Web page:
This story was originally published by the Ohio History Connection. It is being republished here as part of a collaborative agreement.
HANOVER — Visitors are encouraged to hike trails through the 533-acre preserve and see ancient pits left by American Indians who came from the surrounding area to quarry flint.
The unique rainbow-colored flint was used as an item of trade, tools and weapons. Within the museum, learn about Ohio’s official gemstone and the shaping of flint into tools, known as knapping.
A picnic area with tables, grills, drinking water and restrooms is available for visitors to the quarry. Average visit time: Allow 1+ hours
Flint Ridge is a nearly eight-mile-long vein of high-quality flint located in Licking and Muskingum counties of eastern Ohio. Hundreds of quarry pits and workshop sites are scattered across more than 2,000 acres of ridge top in these Appalachian foothills.
It has been called the “Great Indian Quarry of Ohio.”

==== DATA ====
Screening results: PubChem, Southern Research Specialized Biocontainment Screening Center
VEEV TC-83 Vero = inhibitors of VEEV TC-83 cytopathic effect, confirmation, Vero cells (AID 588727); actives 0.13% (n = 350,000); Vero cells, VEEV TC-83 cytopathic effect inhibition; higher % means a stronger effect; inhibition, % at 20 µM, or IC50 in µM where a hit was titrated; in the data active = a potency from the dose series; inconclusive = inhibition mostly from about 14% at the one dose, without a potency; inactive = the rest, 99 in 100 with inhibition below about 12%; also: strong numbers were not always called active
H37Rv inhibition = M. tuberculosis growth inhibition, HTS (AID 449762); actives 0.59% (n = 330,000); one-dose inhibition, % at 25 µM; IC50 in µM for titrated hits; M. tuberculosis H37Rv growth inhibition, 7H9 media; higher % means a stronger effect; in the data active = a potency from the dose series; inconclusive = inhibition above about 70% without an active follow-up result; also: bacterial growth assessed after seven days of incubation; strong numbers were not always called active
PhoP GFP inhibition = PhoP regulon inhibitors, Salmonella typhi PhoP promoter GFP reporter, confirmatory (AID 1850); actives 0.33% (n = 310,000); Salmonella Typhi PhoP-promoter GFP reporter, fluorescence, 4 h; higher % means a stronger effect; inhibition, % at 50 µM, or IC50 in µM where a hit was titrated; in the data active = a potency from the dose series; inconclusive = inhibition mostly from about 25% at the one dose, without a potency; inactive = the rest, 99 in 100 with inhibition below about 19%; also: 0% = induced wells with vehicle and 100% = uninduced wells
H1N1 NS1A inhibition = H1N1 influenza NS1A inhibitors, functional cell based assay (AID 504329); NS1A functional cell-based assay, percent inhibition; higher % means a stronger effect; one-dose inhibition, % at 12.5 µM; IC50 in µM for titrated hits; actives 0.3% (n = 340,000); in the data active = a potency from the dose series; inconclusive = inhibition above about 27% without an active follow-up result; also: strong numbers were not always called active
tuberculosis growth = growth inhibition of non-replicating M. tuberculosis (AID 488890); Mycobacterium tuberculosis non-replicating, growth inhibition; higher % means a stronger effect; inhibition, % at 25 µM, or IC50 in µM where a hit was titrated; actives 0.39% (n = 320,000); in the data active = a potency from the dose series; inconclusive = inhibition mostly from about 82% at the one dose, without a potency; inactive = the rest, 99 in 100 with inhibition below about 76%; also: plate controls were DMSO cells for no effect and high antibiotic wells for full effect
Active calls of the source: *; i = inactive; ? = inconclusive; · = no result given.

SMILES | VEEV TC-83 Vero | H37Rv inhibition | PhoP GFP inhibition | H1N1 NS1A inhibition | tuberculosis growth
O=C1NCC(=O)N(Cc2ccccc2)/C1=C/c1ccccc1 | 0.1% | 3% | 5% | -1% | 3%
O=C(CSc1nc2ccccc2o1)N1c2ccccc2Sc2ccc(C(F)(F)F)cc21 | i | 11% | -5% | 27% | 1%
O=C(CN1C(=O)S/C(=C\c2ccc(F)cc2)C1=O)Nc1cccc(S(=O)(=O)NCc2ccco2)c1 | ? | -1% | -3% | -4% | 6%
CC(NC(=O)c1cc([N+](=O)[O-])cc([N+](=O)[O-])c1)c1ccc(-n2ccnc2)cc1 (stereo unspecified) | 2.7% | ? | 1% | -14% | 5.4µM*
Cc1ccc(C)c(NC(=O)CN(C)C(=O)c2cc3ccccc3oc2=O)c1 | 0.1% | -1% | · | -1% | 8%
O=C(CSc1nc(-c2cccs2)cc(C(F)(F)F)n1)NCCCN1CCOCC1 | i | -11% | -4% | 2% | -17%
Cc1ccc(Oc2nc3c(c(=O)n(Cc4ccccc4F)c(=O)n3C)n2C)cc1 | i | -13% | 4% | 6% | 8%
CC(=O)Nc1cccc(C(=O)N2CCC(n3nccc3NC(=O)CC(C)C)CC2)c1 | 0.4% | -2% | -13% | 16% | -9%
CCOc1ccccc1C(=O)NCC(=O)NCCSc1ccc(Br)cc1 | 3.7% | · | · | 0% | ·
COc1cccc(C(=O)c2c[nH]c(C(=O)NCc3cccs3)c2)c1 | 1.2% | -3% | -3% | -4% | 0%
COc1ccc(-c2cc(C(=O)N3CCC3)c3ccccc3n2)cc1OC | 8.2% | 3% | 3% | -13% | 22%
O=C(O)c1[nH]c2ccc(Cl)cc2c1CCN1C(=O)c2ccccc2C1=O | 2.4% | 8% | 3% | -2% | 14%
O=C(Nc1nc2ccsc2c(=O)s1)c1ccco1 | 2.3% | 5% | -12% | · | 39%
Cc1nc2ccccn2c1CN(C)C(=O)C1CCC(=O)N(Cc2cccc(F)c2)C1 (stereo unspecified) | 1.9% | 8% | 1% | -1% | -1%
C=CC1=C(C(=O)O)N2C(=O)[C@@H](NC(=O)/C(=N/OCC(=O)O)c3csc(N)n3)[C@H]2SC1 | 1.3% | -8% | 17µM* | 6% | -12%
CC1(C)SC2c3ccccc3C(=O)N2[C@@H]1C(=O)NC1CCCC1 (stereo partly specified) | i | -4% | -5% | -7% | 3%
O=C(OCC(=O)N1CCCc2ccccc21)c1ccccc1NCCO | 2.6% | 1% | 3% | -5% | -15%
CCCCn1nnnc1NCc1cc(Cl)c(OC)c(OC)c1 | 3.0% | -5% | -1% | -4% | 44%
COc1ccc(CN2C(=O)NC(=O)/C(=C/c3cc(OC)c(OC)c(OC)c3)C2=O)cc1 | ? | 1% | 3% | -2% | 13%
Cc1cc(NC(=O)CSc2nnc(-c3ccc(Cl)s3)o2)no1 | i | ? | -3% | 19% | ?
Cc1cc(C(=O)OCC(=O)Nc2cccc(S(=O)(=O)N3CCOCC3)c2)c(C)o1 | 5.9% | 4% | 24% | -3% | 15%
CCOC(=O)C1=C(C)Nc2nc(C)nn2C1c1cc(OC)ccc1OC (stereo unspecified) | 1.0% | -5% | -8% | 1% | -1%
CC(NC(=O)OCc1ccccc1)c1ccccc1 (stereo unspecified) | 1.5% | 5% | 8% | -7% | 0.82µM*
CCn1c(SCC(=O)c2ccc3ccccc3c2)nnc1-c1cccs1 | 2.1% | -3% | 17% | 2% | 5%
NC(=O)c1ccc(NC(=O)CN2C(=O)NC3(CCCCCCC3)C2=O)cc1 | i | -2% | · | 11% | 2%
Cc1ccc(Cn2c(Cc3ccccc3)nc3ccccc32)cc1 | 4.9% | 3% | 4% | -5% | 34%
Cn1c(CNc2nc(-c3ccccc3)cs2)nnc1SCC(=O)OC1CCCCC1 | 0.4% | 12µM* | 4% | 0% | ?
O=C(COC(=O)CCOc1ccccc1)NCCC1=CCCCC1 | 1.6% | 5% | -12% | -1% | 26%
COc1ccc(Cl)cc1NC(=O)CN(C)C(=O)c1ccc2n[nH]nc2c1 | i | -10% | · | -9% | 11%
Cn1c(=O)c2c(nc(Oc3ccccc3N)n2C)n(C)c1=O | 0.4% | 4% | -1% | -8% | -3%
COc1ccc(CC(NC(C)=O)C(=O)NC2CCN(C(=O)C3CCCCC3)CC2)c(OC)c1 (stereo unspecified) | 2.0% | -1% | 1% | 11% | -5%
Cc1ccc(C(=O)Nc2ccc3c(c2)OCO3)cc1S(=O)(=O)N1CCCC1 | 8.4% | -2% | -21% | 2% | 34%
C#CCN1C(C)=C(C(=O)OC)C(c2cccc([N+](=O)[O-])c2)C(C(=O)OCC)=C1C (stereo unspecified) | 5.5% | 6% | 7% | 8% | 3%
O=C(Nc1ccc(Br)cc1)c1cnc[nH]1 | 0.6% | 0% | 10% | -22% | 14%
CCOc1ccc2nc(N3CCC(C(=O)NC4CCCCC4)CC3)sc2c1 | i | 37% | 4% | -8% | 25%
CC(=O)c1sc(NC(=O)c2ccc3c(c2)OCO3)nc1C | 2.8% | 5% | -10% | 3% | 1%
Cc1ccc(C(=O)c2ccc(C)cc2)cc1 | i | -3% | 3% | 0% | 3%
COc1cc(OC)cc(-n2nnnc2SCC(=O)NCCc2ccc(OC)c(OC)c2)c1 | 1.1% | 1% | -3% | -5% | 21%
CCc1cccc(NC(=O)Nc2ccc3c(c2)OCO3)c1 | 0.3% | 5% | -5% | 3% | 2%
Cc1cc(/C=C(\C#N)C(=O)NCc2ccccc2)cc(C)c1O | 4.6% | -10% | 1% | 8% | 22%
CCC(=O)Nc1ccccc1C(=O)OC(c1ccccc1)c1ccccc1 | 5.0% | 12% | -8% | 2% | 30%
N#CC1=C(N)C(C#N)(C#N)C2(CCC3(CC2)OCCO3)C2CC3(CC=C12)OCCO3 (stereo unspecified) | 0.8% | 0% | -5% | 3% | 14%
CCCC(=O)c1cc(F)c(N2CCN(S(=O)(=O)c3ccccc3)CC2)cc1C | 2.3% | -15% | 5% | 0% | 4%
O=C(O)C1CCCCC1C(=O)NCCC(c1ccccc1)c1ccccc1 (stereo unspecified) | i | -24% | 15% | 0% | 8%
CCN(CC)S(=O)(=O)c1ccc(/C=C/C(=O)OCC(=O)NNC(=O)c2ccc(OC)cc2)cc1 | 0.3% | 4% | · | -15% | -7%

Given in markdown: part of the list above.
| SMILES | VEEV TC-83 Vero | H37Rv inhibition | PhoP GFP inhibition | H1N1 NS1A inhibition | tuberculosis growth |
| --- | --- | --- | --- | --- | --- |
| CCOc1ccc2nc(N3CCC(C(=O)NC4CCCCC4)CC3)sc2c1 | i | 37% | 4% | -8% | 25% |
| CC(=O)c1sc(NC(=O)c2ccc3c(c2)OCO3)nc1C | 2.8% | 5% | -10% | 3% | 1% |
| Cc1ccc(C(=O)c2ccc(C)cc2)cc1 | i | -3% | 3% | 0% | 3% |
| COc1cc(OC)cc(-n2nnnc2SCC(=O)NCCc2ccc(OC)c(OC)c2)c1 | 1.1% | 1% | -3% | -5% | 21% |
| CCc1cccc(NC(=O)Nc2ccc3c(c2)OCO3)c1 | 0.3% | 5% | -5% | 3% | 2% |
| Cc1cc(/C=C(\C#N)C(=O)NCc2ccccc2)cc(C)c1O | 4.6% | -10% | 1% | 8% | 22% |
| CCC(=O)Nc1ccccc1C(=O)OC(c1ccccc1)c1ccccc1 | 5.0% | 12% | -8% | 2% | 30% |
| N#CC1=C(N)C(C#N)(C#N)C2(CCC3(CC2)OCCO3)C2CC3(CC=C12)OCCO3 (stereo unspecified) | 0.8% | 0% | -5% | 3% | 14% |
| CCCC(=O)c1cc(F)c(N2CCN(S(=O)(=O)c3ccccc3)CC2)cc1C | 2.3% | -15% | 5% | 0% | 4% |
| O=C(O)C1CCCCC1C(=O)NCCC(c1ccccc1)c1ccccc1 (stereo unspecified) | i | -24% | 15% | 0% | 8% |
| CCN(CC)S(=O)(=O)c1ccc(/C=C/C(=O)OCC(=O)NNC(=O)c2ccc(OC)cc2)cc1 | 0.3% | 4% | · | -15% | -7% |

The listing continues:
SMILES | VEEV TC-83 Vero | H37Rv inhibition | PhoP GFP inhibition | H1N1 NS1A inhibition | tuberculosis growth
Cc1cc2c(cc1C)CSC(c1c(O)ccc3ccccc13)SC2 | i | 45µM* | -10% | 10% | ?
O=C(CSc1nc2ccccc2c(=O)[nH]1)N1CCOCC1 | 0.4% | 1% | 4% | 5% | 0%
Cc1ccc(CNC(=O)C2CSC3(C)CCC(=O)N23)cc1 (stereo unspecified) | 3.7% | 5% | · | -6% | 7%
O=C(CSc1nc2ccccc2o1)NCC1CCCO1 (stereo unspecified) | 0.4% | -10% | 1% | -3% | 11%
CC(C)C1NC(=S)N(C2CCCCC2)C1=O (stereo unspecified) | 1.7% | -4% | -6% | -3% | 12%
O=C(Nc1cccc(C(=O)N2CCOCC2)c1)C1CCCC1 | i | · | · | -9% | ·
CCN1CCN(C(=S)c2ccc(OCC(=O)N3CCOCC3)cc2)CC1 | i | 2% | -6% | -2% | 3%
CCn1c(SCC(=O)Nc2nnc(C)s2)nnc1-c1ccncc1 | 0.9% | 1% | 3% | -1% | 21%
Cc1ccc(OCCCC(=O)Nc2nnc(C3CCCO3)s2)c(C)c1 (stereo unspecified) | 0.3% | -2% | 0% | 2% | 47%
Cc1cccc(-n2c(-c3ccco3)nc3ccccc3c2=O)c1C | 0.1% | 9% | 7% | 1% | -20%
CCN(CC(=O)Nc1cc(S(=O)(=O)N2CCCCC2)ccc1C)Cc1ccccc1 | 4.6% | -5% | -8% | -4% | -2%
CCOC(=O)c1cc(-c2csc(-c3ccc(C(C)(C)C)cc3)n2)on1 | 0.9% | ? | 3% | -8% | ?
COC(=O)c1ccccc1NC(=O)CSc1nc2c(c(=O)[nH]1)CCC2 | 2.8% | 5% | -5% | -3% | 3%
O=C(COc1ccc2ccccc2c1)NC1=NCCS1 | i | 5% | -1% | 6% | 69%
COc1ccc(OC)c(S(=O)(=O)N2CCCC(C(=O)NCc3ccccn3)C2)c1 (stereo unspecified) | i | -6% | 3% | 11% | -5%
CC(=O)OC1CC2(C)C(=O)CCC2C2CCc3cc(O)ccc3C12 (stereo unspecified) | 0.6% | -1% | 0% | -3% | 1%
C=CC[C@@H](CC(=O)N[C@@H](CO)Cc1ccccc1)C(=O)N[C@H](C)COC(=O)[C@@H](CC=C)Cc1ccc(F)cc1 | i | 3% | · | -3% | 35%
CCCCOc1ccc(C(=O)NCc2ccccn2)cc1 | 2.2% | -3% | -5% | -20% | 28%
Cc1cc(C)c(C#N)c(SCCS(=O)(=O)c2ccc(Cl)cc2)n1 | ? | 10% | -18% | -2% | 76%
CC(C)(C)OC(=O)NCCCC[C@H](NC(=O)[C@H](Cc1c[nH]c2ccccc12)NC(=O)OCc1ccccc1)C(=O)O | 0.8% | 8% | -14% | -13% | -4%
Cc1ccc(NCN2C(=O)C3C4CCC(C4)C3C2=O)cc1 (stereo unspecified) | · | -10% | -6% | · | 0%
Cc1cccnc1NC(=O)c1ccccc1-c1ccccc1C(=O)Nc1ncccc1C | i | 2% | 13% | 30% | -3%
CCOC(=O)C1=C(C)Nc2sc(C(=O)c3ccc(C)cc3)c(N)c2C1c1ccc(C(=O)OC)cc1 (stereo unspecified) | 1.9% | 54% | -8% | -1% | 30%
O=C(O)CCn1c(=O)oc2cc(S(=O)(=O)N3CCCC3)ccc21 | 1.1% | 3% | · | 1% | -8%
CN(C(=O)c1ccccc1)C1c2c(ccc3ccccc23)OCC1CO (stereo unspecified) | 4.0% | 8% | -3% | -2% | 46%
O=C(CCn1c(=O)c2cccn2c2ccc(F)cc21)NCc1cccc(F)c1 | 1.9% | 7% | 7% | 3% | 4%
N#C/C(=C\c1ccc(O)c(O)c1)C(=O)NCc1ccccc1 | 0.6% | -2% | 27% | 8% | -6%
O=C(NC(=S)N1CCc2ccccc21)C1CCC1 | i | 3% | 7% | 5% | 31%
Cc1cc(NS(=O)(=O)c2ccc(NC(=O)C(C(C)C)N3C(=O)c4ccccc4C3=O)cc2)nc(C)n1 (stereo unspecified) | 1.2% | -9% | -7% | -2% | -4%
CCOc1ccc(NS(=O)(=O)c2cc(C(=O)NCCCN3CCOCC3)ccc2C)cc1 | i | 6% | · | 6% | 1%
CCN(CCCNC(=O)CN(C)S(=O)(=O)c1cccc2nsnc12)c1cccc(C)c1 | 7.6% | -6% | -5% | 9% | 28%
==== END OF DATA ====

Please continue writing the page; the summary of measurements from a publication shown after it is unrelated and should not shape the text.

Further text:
Flint Ridge seems to have been well known in the ancient world, as small amounts of it have been found at American Indian sites across the present-day eastern United States.
Because of this flint’s great beauty, it has been respected throughout the ages in the tools, weapons and ceremonial objects of native cultures and in modern times in the production of jewelry.
Flint Ridge Ancient Quarries & Nature Preserve is managed locally by the Licking Valley Heritage Society.
Audiences: K-5th Grade Students, 6-8th Grade Students, 9-12th Grade Students, Higher Education Students, Educators, Families, Government, Specialists, Tourists, Community Groups, History Enthusiasts & Sports Fans
Historical Topics: American Indian History & Archaeology
Regions: Central Ohio
Site Activities: Self-Guided
Museum & Site Type: Historical Marker, Geocaching Site, Blue Star Site & Ohio History Connection Site